The institute for Inverted histories (also known as iIh) works at the intersections of art, design, politics, media, and cultural studies to produce objects and experiences that acknowledge and revel in mysteries among the material traces of history. Through humor, subversion, parafiction, gender-bending, and media archeology, iIh collects and reconfigures pieces of the historical media landscape. Projects and publications highlight contradictory traces left by deceptively familiar stories, making them unfamiliar through subversion, juxtaposition, or voracious collecting in the face of an artificially normalized curation of the past. The absurdity of the authority of a single voice or narrative is amplified, along with the necessity of fiction, skepticism and play in the landscape of history. The institute for Inverted histories was established in 2015 and is a collaboration between Rebecca Sittler and Anastasiia Palamarchuk.
Our newest publication: Seafaring Women, is available in a limited edition of 150. You can purchase a copy of Seafaring Women through Paypal.
Seafaring Women is a print object referencing a double broadsheet newspaper that includes stories transcribed from late 19th and early 20th century news archives describing the surprisingly large numbers of women found aboard battleships, submarines and passenger ships as sailor and stowaways. These were especially popular in British and American newspapers of the 1920s, alongside images and advertisements featuring gender-norm challenging “flappers”. Design elements include gender-remixed lithographs of pirates, courtesans, and sailors, remixed signal flags, and a collage of images of ships at sea known to contain these female sailors and stowaways. Additional publications can be seen at www.invertedhistories.com
The Museum of Seafaring Women (Stowaways)
Since 2013, my collaborator Anastasiia Palamarchuk and I have been collecting stories of female stowaways through online news archives, traces on microfilm, and contact with amateur historians. These stories and found images form a surprisingly large amount of evidence of female stowaways aboard battleships, submarines and ocean liners. Especially popular in British and American newspapers of the 1920s, stories of these stowaways often ran alongside advertisements featuring gender-norm challenging flappers, or were relegated to tabloid sections of the newspaper. Alternative histories are often plagued by rumor, innuendo, inconsistencies, and doubt. We responded by creating an “archive” that embraced these elements using pieces cobbled together through Internet searches, online image auctions, personal interviews, court transcripts, and narratives within seafaring communities.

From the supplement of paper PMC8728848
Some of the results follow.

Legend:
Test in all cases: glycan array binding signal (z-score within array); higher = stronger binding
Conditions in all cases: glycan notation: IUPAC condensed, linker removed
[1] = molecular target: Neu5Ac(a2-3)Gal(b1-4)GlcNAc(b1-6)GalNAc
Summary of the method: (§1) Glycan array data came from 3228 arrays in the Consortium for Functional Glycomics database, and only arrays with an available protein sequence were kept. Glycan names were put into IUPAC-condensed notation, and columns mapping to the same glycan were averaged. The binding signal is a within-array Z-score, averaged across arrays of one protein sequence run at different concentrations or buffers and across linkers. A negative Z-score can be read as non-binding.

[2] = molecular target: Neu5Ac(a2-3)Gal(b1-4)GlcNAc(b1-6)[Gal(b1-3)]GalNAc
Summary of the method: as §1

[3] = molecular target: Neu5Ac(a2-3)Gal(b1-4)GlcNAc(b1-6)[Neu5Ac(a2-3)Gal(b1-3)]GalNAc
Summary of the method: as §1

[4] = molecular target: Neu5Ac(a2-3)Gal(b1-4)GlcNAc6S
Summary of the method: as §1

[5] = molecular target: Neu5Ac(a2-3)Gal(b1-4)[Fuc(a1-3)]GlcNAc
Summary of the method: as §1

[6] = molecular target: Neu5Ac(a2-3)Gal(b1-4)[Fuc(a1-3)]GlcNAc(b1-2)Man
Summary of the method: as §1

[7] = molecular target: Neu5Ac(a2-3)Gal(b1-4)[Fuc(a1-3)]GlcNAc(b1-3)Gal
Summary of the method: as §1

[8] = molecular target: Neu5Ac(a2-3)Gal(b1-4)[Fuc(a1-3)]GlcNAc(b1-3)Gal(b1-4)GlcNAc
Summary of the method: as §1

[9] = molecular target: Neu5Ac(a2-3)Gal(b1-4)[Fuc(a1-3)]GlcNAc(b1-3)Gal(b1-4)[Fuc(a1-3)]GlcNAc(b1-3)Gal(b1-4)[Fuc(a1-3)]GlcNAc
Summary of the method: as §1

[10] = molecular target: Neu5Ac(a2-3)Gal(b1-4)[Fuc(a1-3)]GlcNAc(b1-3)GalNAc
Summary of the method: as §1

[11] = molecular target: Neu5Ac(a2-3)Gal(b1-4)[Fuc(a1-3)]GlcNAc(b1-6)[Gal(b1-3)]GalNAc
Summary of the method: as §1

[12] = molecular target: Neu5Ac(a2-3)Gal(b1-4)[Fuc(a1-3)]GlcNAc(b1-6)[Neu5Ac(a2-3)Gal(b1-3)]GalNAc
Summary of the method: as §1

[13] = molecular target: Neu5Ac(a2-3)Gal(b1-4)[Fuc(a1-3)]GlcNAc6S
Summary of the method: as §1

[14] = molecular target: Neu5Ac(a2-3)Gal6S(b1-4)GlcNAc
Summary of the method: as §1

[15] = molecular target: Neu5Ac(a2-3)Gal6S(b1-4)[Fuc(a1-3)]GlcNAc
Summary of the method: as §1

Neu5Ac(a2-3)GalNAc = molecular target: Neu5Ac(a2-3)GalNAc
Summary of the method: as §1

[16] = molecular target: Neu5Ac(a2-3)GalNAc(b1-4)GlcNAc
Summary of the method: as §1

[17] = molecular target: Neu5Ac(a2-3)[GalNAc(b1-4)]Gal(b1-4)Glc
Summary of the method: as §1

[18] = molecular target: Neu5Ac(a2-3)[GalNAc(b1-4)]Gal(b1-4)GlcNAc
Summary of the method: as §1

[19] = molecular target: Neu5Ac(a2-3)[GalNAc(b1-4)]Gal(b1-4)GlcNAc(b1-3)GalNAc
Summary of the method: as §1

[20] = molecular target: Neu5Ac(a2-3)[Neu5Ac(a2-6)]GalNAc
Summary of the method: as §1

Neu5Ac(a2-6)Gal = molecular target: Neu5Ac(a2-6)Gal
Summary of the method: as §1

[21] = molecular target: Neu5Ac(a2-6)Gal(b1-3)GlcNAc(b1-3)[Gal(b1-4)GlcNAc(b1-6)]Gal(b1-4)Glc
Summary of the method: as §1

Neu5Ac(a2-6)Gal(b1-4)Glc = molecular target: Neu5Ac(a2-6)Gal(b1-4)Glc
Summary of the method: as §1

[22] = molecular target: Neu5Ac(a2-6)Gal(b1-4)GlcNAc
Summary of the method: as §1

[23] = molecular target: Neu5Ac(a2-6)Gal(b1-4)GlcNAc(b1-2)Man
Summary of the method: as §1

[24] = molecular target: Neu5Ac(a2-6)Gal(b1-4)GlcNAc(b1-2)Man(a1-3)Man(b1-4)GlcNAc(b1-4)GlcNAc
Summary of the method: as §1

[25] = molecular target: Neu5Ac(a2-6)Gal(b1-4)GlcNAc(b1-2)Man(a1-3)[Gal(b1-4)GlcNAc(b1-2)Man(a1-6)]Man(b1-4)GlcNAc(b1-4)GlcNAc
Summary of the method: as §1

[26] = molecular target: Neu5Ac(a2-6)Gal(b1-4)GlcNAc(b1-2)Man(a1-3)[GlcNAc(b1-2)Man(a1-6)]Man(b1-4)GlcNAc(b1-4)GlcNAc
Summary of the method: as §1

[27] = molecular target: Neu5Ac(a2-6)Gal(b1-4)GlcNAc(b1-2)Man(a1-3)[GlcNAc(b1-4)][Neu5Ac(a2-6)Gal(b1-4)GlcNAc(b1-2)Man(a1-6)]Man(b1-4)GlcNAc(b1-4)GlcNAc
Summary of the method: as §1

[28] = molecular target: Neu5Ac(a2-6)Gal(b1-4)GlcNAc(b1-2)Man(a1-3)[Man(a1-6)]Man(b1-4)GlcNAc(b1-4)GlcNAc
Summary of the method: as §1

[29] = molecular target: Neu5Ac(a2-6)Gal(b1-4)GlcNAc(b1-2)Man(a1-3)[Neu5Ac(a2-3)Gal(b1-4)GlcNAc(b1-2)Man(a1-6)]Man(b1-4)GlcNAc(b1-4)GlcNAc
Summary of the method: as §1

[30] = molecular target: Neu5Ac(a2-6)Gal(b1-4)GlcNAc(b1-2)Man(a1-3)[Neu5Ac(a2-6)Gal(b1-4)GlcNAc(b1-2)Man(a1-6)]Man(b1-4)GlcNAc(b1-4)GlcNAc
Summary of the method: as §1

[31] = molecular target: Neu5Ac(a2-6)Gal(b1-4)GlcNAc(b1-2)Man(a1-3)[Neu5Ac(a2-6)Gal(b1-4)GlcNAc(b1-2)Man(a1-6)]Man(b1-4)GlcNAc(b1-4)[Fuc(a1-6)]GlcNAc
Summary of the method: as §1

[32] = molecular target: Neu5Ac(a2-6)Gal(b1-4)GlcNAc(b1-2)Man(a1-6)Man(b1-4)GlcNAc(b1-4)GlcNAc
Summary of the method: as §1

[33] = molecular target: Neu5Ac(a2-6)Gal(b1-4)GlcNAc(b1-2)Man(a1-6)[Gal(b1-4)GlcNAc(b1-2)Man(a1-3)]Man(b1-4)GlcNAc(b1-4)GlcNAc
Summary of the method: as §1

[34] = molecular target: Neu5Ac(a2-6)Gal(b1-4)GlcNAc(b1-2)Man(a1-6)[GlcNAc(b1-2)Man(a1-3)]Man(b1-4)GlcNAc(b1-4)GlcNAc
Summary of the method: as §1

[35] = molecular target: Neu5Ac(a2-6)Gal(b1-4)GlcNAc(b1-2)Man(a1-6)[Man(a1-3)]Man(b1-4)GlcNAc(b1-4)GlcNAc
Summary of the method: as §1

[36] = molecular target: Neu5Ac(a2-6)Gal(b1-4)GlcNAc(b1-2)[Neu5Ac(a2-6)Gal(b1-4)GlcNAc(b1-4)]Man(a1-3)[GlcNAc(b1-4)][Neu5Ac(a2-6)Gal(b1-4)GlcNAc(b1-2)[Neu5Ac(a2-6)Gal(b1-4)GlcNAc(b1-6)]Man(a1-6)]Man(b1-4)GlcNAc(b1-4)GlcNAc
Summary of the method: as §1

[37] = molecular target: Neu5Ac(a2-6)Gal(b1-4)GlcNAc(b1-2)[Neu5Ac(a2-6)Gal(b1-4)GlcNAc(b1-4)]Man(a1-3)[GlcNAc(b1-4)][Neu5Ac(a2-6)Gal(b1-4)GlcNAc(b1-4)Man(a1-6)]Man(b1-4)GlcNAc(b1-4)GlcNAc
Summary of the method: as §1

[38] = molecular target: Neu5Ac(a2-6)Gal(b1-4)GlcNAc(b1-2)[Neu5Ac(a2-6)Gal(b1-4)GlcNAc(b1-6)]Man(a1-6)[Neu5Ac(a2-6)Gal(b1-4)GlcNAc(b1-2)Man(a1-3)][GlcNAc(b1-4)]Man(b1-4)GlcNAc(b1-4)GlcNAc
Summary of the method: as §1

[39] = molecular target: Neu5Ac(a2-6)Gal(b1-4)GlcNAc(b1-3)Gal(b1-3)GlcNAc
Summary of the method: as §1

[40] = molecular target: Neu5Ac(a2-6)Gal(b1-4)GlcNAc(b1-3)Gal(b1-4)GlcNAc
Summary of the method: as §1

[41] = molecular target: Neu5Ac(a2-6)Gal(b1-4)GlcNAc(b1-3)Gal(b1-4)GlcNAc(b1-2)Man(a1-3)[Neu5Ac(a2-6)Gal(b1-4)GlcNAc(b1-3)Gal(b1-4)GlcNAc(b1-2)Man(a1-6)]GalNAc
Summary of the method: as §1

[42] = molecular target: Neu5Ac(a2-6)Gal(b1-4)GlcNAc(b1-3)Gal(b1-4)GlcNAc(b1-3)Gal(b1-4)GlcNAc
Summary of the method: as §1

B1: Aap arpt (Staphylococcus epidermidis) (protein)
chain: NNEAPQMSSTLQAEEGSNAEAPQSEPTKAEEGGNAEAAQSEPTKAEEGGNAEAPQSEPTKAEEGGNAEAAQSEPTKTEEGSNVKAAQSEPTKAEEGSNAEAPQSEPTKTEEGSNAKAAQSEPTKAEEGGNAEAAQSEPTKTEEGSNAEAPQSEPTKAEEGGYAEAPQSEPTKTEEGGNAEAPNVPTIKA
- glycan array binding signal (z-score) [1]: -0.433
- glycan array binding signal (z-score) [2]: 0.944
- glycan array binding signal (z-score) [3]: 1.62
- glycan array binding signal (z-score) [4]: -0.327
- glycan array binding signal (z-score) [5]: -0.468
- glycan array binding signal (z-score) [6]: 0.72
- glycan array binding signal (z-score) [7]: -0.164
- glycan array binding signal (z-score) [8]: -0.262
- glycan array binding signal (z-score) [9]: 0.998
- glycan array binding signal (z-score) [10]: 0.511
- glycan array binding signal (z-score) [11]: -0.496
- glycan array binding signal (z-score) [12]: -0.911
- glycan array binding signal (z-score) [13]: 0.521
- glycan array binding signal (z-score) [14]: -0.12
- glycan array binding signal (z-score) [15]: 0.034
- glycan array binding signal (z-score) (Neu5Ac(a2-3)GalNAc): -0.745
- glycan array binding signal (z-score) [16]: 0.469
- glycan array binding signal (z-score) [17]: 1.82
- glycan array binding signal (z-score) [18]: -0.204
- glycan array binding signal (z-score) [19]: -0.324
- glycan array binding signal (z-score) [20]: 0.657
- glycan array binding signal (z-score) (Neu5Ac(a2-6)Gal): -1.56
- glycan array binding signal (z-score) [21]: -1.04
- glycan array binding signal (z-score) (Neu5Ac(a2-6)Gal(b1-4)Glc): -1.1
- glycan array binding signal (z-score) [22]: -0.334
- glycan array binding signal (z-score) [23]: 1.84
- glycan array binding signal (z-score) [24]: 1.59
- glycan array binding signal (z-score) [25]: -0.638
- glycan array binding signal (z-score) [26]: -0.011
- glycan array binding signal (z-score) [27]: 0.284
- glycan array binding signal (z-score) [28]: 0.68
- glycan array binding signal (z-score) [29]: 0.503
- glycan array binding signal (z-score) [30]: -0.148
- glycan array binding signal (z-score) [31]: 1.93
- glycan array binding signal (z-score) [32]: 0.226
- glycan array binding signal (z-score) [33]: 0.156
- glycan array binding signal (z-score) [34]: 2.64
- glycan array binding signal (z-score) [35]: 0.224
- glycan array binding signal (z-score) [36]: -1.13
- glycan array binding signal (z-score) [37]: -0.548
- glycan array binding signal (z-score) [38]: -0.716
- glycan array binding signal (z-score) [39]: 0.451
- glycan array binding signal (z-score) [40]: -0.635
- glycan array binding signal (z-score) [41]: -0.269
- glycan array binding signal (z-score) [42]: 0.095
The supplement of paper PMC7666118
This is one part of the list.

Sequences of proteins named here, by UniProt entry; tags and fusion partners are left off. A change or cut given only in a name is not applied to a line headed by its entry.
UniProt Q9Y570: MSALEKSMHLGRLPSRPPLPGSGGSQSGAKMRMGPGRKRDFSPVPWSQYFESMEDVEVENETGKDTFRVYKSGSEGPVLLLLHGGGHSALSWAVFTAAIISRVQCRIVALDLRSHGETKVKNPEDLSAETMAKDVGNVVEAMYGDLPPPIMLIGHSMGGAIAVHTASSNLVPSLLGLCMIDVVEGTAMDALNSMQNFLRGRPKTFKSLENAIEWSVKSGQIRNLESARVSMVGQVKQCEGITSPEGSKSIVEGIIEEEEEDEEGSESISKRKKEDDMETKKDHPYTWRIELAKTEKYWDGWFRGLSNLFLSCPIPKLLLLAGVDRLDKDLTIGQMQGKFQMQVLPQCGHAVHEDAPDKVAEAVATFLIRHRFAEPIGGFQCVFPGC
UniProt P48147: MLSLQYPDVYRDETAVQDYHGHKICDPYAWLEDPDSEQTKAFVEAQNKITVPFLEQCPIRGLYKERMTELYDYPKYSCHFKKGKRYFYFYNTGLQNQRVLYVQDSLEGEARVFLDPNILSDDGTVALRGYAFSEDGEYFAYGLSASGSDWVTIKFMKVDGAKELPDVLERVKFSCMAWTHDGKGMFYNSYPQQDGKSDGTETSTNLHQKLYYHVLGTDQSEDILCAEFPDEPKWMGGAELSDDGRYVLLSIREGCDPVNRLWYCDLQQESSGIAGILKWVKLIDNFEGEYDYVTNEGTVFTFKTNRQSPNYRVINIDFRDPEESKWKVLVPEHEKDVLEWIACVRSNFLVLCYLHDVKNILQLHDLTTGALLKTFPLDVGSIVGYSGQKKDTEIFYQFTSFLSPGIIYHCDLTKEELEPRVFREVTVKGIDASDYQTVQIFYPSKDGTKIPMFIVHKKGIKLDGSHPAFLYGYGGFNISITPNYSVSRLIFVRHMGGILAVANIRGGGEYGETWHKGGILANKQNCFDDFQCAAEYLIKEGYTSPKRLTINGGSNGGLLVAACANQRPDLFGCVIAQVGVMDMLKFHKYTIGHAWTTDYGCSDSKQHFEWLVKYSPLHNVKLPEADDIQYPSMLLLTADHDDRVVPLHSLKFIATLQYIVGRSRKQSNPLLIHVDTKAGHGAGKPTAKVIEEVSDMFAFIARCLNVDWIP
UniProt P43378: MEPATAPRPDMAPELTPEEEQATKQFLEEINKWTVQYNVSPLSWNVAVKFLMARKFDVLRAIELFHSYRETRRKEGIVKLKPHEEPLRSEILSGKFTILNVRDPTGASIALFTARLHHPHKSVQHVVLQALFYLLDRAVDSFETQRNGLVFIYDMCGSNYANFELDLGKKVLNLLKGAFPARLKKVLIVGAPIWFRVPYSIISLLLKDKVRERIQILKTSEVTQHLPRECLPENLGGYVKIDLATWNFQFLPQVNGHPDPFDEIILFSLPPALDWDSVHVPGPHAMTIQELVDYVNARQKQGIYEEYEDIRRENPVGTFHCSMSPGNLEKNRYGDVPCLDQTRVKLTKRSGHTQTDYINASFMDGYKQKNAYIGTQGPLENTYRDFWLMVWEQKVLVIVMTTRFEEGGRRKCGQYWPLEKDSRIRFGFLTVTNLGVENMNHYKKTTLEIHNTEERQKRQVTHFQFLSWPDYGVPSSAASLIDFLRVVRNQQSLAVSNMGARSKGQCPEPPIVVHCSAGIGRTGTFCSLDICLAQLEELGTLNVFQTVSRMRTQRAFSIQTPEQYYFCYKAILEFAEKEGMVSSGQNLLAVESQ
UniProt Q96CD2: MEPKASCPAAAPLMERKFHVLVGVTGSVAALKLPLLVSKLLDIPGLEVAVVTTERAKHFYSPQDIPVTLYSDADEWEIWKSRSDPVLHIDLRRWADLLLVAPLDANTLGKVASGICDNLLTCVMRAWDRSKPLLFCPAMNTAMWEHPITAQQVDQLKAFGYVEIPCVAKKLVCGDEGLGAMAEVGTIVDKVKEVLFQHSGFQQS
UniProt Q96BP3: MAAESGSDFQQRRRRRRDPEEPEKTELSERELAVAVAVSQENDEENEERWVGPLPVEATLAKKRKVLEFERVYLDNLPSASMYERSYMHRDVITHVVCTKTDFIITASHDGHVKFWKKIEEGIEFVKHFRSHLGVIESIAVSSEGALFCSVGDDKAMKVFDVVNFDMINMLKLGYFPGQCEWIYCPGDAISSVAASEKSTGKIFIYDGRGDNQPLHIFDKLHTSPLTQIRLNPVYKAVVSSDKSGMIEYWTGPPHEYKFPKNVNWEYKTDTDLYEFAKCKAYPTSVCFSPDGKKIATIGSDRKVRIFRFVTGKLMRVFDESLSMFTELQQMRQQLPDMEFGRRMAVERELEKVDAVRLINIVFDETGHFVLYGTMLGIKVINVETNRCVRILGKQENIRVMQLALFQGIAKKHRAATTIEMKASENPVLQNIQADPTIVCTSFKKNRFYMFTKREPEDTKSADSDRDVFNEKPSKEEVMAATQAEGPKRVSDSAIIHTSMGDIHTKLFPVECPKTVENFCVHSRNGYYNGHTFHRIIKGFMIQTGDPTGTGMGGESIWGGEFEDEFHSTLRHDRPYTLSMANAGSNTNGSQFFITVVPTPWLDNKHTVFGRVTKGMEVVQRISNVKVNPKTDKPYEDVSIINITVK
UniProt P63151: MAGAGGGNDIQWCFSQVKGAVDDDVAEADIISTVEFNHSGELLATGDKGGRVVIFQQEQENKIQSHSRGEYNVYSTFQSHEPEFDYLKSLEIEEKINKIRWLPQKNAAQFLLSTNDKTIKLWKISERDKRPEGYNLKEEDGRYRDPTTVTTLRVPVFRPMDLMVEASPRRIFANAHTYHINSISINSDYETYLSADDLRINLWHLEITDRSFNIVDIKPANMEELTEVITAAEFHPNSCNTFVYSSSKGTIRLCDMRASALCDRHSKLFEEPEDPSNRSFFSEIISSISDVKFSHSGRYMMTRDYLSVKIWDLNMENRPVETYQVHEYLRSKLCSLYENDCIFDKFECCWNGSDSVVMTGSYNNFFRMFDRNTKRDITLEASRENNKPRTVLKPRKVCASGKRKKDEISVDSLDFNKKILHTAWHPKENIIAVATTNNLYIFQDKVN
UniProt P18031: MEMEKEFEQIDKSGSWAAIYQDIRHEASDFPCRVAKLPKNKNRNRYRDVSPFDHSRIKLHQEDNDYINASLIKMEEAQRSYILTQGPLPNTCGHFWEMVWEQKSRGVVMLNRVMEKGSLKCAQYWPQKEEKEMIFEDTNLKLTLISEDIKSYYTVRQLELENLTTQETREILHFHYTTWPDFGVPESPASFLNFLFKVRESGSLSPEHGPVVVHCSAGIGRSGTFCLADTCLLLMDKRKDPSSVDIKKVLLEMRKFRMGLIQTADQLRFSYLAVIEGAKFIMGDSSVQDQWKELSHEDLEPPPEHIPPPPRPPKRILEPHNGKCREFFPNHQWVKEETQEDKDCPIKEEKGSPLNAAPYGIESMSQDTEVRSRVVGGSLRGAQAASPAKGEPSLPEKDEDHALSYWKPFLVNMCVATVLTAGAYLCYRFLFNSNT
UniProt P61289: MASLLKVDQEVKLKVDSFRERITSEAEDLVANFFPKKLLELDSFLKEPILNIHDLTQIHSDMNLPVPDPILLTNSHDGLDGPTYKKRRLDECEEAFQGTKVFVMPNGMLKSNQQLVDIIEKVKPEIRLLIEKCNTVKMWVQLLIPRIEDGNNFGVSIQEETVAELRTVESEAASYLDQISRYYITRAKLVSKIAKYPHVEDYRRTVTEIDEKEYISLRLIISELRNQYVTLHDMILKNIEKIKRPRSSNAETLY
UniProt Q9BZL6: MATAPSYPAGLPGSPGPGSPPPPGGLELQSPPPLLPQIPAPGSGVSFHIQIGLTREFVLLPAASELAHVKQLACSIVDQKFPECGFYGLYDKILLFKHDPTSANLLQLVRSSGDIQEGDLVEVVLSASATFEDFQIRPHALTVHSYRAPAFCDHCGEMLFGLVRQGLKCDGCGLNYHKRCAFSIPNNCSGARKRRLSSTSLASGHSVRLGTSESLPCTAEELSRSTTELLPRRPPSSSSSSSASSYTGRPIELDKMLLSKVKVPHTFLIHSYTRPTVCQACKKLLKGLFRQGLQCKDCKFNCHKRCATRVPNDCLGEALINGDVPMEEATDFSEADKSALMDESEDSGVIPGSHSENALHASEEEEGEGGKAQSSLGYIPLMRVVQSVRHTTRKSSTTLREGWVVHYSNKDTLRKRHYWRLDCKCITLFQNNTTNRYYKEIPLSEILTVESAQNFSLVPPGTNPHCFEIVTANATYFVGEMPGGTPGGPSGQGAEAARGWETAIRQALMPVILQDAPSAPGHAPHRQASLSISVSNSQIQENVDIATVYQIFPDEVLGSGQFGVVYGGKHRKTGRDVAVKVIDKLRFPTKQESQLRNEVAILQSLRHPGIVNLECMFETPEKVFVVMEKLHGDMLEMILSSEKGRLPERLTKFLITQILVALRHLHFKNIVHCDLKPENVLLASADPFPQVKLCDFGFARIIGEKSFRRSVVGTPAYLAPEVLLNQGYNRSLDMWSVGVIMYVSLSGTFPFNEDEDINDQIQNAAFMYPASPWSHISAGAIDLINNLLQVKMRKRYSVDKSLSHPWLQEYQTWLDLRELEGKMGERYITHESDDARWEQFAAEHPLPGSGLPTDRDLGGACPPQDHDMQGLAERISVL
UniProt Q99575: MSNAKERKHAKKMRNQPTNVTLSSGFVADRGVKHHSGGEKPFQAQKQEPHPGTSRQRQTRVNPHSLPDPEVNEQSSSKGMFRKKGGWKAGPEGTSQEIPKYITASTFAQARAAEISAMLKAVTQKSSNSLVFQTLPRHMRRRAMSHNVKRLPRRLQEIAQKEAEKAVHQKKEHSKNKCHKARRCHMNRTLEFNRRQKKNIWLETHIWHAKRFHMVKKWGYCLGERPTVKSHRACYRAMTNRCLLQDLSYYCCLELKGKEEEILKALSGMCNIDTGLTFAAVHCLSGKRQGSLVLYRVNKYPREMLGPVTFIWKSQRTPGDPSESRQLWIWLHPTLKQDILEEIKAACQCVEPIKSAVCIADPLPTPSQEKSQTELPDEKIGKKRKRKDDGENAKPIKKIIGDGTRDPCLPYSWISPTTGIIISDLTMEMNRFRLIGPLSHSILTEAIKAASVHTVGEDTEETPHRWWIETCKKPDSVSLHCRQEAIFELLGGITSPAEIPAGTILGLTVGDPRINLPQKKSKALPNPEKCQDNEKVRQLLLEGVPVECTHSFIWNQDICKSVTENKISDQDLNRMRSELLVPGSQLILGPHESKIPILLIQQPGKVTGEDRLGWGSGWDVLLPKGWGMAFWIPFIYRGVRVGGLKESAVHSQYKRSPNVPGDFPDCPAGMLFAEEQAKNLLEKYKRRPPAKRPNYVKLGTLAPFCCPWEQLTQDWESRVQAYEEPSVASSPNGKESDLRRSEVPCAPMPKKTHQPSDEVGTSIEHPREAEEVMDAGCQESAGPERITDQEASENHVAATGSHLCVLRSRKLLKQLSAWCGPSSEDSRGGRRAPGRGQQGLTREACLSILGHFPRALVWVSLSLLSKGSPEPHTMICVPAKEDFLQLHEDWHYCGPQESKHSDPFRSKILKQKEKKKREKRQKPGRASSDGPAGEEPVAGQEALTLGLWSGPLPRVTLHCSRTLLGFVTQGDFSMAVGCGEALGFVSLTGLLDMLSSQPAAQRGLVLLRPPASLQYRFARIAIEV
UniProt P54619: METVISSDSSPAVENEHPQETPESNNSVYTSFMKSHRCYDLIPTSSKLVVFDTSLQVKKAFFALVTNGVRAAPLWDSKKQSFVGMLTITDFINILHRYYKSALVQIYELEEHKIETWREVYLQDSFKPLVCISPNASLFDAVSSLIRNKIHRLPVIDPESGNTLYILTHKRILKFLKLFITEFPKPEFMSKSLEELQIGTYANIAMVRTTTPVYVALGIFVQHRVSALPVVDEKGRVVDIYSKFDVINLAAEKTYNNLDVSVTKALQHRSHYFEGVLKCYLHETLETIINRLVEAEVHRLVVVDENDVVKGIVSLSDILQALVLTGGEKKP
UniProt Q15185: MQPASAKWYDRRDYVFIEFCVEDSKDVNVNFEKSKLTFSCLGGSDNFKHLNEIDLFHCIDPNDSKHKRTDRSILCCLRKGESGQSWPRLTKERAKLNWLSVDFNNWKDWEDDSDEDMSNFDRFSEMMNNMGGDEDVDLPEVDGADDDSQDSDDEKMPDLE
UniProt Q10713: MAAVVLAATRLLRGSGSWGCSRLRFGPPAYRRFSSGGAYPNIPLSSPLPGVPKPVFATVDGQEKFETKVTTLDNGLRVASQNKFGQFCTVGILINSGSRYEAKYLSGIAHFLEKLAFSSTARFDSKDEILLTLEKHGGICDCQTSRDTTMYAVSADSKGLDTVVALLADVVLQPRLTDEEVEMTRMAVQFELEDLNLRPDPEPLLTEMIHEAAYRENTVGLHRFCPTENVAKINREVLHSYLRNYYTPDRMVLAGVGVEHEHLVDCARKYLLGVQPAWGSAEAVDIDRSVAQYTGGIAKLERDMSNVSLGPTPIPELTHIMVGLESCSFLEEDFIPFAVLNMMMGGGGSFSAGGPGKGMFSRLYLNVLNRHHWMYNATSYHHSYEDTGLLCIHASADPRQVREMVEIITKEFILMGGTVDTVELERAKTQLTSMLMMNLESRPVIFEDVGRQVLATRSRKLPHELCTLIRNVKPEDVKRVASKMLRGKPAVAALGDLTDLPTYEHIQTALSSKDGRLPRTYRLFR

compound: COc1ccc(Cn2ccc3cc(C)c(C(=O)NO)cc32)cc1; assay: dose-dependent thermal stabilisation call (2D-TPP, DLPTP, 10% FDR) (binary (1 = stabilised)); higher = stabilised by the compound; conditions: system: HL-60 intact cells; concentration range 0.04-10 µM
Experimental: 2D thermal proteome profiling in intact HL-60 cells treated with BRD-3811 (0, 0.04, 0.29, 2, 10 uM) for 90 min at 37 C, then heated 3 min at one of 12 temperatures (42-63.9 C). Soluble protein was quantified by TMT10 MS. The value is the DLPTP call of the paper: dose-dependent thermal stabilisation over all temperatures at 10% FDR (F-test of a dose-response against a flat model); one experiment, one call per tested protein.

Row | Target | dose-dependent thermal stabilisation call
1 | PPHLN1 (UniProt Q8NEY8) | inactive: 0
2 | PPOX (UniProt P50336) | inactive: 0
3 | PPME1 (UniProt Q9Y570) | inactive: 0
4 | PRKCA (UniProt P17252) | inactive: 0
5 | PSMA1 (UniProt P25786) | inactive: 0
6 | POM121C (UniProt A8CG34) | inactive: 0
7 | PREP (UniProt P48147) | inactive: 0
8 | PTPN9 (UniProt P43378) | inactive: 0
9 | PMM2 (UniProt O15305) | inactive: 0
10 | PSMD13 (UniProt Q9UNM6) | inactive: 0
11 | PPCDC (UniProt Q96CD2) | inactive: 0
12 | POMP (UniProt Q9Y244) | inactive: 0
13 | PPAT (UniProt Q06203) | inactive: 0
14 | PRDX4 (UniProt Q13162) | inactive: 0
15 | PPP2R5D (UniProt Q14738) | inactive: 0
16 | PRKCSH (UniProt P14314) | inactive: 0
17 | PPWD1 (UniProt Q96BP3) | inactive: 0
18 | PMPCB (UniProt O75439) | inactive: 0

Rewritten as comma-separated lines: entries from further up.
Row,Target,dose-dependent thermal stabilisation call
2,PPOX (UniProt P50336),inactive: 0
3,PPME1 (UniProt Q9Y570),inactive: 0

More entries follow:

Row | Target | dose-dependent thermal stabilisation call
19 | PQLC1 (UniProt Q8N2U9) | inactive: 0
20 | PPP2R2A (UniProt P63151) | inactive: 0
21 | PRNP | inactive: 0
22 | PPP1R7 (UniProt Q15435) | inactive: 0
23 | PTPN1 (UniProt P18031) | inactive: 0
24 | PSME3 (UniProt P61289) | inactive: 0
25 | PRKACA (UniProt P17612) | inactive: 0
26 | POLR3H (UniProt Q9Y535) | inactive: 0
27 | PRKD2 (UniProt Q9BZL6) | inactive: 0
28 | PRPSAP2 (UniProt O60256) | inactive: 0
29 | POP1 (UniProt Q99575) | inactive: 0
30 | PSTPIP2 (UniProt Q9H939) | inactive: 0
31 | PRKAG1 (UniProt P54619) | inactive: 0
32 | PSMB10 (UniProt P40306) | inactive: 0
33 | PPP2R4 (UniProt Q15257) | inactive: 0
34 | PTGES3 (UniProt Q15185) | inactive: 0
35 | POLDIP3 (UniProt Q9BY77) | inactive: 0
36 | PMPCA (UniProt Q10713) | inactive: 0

Embracing gender fluidity, fantasies of transportation, and cultural subversion, the Museum of Seafaring Women (Stowaways) is an ideal fit for a public place where viewers are also moving between origins and destinations. The larger black and white photographs were all made on ships in the Los Angeles Harbor including the R.M.S. Queen Mary and the U.S.S. Iowa, and a large number of the transcribed stories involve Los Angeles, as many ships sailed through the port of L.A., or attracted female stowaways destined for Hollywood. Isolated sections of displays emphasize the strangeness and mutability of the constructed “museum” space, and its incomplete or productively ambiguous representation of history. The text beneath the image operates like a prominent footnote or index, but is ultimately unable to solidify a single, stable narrative. These multiple, varied, and incomplete narratives emphasize the subjectivity of human decisions governing historical narratives and emphasize the highly inefficient, sprawling and contradictory nature of historical archives and photographic narratives.
In progress, the experimental book, “Jackie Tar: Girl Stowaway,” focuses on missing evidence surrounding contradictory stories of a young woman who stowed away on the Battleship Arizona for five weeks in 1924, conflating rumors, archival traces, and substitutions for missing evidence surrounding “Jackie’s” motivations and identity, culled through online sources.